In 1968, a government study called the Kerner Report warned that the media was failing to report on the underlying problems of race relations in the United States. Five decades later, we find ourselves in the midst of another media crisis with grave consequences for our fragile democracy: Major media organizations like the New York Times, Washington Post, and National Public Radio (NPR) are regularly quoting representatives of known white nationalist groups without context about the groups’ ideologies and often don’t present adequate responses.

In the last several months alone, the New York Times published an op-ed by Jerry Kammer, a senior research fellow at the anti-immigrant Center for Immigration Studies (CIS), NPR quoted CIS and the Federation for American Immigration Reform (FAIR), and TheWashington Post cited CIS multiple times. All of these are stark examples of what journalists Juan González and Joseph Torres called the news media’s “deeply flawed national narrative: the creation myth of heroic European settlers battling an array of backward and violent non-white peoples to forge the world’s greatest democratic republic.”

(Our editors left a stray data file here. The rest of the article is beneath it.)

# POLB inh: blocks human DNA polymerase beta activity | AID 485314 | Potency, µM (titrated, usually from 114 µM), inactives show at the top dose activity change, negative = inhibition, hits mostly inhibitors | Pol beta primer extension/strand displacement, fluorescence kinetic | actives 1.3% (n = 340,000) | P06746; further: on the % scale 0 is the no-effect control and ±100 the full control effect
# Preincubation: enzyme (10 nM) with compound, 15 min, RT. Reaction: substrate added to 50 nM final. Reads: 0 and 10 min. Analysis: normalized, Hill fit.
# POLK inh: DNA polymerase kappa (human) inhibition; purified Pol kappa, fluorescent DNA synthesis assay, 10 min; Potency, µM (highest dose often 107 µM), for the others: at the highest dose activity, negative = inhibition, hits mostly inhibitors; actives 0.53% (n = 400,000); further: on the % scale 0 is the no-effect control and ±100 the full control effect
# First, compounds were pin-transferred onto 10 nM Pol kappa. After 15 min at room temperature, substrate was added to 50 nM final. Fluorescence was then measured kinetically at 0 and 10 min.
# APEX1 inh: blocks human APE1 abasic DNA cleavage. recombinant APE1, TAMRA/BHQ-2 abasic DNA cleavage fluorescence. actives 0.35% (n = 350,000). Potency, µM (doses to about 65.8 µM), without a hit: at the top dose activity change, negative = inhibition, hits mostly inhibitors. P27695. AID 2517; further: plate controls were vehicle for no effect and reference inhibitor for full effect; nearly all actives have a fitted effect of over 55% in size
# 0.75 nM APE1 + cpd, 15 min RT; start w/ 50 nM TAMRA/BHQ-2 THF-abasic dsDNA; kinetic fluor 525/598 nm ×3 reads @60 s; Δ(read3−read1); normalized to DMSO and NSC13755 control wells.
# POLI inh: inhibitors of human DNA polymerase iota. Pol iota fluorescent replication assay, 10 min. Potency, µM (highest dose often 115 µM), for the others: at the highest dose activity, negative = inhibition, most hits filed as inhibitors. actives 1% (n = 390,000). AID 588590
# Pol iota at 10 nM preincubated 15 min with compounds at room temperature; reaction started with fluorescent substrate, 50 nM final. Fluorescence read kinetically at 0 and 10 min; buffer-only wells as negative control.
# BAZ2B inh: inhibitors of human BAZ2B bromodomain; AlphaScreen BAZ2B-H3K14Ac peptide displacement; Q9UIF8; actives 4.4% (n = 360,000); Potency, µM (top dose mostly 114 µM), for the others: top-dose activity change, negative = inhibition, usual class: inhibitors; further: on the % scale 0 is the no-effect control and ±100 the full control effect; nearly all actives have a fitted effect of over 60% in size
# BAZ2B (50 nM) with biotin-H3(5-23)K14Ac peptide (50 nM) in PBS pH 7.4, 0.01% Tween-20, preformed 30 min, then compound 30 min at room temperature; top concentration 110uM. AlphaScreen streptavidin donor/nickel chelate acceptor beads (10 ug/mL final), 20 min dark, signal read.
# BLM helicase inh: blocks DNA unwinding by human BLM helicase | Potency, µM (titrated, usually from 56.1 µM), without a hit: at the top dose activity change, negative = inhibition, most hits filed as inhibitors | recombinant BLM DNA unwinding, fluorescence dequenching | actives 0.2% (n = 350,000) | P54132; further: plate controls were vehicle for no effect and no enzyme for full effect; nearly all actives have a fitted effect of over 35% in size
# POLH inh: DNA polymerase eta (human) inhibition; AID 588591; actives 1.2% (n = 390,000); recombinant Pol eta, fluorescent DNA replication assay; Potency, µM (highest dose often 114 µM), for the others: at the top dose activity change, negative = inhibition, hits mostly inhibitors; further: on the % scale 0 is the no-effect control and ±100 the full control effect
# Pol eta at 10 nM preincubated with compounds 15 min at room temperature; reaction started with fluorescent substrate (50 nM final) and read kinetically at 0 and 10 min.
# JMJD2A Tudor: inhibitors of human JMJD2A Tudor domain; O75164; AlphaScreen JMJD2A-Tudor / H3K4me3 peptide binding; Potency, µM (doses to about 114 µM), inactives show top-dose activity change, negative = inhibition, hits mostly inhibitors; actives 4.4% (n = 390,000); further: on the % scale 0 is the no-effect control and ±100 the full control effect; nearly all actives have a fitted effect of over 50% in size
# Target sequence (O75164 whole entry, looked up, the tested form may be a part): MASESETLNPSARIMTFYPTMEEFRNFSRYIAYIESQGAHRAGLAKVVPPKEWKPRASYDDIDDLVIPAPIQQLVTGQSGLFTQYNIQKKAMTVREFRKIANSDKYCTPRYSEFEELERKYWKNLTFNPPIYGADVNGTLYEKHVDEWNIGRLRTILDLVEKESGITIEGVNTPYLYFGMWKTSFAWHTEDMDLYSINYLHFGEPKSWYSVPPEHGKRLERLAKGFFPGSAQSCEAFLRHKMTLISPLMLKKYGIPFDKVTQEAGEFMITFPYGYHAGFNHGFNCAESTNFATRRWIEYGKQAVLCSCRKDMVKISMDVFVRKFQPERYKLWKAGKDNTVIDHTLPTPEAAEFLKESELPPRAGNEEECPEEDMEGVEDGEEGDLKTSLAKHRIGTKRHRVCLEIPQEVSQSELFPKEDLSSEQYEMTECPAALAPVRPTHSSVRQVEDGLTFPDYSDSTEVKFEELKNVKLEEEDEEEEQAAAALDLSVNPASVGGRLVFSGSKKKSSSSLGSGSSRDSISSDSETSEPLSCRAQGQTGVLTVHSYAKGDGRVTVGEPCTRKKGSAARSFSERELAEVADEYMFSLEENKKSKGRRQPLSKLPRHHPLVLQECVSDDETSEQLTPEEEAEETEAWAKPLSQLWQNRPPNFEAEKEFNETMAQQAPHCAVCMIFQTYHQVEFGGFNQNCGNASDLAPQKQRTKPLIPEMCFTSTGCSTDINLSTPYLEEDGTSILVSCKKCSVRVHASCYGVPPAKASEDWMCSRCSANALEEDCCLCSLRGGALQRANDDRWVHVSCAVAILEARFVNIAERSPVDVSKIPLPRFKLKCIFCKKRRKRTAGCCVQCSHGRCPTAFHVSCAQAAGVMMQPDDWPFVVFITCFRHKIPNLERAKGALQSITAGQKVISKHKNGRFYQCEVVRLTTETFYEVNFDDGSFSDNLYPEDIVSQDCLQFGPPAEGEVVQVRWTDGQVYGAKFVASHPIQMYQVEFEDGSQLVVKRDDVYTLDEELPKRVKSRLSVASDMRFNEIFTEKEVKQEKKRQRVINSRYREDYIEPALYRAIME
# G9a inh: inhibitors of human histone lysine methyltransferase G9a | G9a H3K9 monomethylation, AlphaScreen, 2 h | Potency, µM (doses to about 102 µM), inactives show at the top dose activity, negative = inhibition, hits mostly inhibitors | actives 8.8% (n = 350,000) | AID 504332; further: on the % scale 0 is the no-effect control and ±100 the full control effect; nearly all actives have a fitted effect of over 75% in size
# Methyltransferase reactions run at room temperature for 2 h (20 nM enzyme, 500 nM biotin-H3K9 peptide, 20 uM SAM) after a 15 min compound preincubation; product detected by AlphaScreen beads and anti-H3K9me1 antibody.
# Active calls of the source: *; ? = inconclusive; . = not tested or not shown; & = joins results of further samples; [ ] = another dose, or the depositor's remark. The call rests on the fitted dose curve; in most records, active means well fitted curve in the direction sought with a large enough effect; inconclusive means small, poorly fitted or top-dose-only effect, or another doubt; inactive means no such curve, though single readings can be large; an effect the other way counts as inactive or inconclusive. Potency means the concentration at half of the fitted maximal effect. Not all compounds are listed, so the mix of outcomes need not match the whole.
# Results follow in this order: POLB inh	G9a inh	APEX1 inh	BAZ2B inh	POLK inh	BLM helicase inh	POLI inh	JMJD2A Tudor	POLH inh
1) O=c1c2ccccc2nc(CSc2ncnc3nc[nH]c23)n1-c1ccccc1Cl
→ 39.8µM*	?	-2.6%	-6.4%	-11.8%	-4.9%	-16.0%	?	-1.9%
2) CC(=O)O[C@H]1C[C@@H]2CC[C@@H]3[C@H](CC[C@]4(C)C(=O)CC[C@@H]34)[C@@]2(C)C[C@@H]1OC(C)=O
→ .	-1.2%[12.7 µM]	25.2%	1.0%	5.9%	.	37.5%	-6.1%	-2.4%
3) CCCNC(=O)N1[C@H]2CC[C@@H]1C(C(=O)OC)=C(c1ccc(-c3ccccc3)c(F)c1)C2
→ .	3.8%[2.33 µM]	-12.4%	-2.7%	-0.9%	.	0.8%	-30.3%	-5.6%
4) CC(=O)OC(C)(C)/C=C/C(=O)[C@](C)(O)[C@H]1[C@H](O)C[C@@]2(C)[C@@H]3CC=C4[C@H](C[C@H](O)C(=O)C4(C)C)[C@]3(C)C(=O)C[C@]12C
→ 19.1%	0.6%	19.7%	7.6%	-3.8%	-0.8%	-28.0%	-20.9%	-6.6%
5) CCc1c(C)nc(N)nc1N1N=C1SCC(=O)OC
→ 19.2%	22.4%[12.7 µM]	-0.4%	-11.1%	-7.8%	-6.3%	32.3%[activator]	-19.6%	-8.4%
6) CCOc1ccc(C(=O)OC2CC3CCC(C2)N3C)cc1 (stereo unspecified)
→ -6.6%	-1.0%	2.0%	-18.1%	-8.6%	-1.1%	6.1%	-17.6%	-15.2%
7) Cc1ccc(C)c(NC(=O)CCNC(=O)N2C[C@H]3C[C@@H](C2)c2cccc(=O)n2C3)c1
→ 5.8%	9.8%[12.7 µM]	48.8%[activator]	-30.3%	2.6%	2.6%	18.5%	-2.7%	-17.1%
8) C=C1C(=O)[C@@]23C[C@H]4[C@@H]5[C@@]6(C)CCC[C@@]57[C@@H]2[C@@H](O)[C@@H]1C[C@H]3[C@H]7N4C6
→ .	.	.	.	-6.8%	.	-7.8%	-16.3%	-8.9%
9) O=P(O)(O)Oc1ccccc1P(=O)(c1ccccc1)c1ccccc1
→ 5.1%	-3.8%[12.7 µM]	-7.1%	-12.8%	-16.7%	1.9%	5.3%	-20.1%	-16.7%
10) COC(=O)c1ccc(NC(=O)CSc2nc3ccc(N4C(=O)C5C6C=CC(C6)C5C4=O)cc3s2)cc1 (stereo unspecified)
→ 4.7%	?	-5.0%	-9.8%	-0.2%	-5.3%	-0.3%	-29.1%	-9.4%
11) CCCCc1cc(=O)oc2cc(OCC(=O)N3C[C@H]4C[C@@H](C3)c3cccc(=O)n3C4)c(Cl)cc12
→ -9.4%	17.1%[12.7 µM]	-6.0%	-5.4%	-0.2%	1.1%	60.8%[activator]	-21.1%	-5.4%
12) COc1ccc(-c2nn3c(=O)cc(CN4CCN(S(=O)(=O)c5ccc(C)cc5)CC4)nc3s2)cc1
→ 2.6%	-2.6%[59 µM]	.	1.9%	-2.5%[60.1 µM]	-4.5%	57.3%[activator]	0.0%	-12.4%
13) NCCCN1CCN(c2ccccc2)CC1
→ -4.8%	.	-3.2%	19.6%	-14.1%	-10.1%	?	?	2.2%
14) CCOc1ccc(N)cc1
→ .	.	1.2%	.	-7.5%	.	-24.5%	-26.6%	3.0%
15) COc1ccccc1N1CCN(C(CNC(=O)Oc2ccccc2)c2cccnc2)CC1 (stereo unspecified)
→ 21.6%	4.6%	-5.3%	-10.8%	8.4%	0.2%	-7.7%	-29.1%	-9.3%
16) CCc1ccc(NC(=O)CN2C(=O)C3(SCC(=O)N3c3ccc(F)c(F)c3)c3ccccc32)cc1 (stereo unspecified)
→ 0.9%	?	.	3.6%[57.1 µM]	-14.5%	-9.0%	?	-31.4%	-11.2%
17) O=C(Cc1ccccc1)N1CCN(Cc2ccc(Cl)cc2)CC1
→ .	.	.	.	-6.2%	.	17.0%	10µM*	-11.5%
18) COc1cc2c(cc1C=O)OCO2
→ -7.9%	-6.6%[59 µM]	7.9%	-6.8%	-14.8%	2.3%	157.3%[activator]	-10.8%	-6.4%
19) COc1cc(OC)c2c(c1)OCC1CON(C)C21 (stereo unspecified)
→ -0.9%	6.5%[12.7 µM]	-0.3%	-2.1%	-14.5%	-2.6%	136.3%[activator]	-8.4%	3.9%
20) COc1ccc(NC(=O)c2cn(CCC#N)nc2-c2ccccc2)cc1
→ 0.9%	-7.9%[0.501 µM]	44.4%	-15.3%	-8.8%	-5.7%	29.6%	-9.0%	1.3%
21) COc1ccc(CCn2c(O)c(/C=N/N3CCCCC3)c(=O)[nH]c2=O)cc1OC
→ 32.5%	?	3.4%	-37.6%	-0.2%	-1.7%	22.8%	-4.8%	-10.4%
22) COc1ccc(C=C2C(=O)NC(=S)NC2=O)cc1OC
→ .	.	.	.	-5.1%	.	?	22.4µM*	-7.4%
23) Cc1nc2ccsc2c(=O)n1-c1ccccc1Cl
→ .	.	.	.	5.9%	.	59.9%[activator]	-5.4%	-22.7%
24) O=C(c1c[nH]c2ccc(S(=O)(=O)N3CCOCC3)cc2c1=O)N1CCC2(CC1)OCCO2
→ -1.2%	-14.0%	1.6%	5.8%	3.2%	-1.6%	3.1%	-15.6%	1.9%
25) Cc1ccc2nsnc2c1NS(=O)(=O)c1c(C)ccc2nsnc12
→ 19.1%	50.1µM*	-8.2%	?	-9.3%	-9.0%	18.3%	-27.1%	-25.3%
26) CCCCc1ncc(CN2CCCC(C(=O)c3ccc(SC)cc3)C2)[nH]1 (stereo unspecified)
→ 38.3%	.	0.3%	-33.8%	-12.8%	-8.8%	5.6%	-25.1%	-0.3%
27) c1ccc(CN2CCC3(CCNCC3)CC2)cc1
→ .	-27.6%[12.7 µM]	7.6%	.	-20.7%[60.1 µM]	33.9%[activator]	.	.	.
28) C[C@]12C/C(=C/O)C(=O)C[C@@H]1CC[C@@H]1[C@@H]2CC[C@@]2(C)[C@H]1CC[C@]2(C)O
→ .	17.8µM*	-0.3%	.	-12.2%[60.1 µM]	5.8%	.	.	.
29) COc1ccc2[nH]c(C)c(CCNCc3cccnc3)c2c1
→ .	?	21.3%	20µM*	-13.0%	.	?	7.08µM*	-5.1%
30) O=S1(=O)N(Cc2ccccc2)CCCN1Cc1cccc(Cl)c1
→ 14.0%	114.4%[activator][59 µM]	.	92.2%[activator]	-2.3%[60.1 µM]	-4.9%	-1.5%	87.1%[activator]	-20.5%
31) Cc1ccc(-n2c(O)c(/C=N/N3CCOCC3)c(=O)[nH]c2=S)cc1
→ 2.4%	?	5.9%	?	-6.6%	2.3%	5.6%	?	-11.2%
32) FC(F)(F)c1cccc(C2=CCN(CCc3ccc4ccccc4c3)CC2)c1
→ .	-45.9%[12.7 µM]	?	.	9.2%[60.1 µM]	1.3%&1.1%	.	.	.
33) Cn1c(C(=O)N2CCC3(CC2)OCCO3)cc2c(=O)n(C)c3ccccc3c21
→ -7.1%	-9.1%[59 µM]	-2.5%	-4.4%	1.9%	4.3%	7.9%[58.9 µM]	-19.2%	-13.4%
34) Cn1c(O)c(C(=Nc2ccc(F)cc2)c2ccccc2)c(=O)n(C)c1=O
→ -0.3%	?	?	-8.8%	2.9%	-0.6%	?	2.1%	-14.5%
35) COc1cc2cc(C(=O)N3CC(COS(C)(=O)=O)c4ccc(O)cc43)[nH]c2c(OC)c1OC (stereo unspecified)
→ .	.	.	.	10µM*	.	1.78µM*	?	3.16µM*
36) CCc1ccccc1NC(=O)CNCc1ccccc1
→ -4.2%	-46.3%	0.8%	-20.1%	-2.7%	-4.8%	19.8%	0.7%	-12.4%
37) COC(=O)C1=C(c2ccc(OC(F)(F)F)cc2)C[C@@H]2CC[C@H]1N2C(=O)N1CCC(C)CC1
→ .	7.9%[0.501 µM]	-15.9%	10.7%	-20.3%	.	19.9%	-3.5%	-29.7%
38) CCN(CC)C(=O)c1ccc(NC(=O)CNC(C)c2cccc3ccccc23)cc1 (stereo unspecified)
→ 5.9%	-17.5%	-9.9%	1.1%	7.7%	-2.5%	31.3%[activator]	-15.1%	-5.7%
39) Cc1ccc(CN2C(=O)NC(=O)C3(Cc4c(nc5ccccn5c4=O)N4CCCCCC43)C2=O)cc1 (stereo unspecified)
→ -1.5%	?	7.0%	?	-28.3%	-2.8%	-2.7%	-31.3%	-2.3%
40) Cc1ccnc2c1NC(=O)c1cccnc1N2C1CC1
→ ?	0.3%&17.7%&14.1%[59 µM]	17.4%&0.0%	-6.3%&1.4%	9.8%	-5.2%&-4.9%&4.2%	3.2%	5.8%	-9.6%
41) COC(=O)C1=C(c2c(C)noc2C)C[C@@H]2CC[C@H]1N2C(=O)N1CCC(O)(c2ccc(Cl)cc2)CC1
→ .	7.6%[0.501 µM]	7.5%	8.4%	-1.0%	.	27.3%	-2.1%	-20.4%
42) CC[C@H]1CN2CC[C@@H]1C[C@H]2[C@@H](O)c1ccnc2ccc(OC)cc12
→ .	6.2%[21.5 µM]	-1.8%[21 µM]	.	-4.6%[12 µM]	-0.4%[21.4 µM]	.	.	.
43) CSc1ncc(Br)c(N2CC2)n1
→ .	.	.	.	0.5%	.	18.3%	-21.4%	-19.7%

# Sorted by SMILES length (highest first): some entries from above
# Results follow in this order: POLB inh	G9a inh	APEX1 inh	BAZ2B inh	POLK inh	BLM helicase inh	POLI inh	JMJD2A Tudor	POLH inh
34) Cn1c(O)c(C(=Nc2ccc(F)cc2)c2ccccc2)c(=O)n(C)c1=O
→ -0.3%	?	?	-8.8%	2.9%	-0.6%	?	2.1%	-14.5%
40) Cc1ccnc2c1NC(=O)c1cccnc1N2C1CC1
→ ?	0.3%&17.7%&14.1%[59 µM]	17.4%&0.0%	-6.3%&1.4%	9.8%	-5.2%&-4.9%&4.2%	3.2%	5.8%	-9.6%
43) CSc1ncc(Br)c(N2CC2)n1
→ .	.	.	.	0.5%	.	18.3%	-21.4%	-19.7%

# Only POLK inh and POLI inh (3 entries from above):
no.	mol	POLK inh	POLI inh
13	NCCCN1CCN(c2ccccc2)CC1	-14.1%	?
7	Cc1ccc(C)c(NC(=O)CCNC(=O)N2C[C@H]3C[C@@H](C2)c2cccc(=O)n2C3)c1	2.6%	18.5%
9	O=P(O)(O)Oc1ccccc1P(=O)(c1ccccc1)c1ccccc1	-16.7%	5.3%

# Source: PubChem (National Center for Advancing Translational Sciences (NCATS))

This harmful white supremacist narrative and its chief proponents should be well-known to reporters and editors by now, but it seems the pull of access journalism and the drive for Trump scoops continues to cloud journalistic ethics. In brief, John Tanton, a white nationalist and eugenicist who died in 2019, was one of the founders of CIS and a network of anti-immigrant groups targeting different segments of civil society. For more than 30 years, the group has published countless reports designed to pump misinformation into immigration discourse, starting within conservative outlets, but working across the media landscape. CIS has also distributed more than 2,000 articles from white nationalists and influential anti-Semites. CIS is not merely “a group that favors stricter immigration policies,” as it is routinely identified in the media. It is part of a network of anti-immigrant groups—including FAIR and Numbers USA—founded and funded by white nationalists who work to stop non-white migration to the U.S. In fact, CIS’s penchant for misrepresentation and obfuscation of facts in the pursuit of severely limiting immigration has led it to be dubbed the “False-Fact Think Tank.”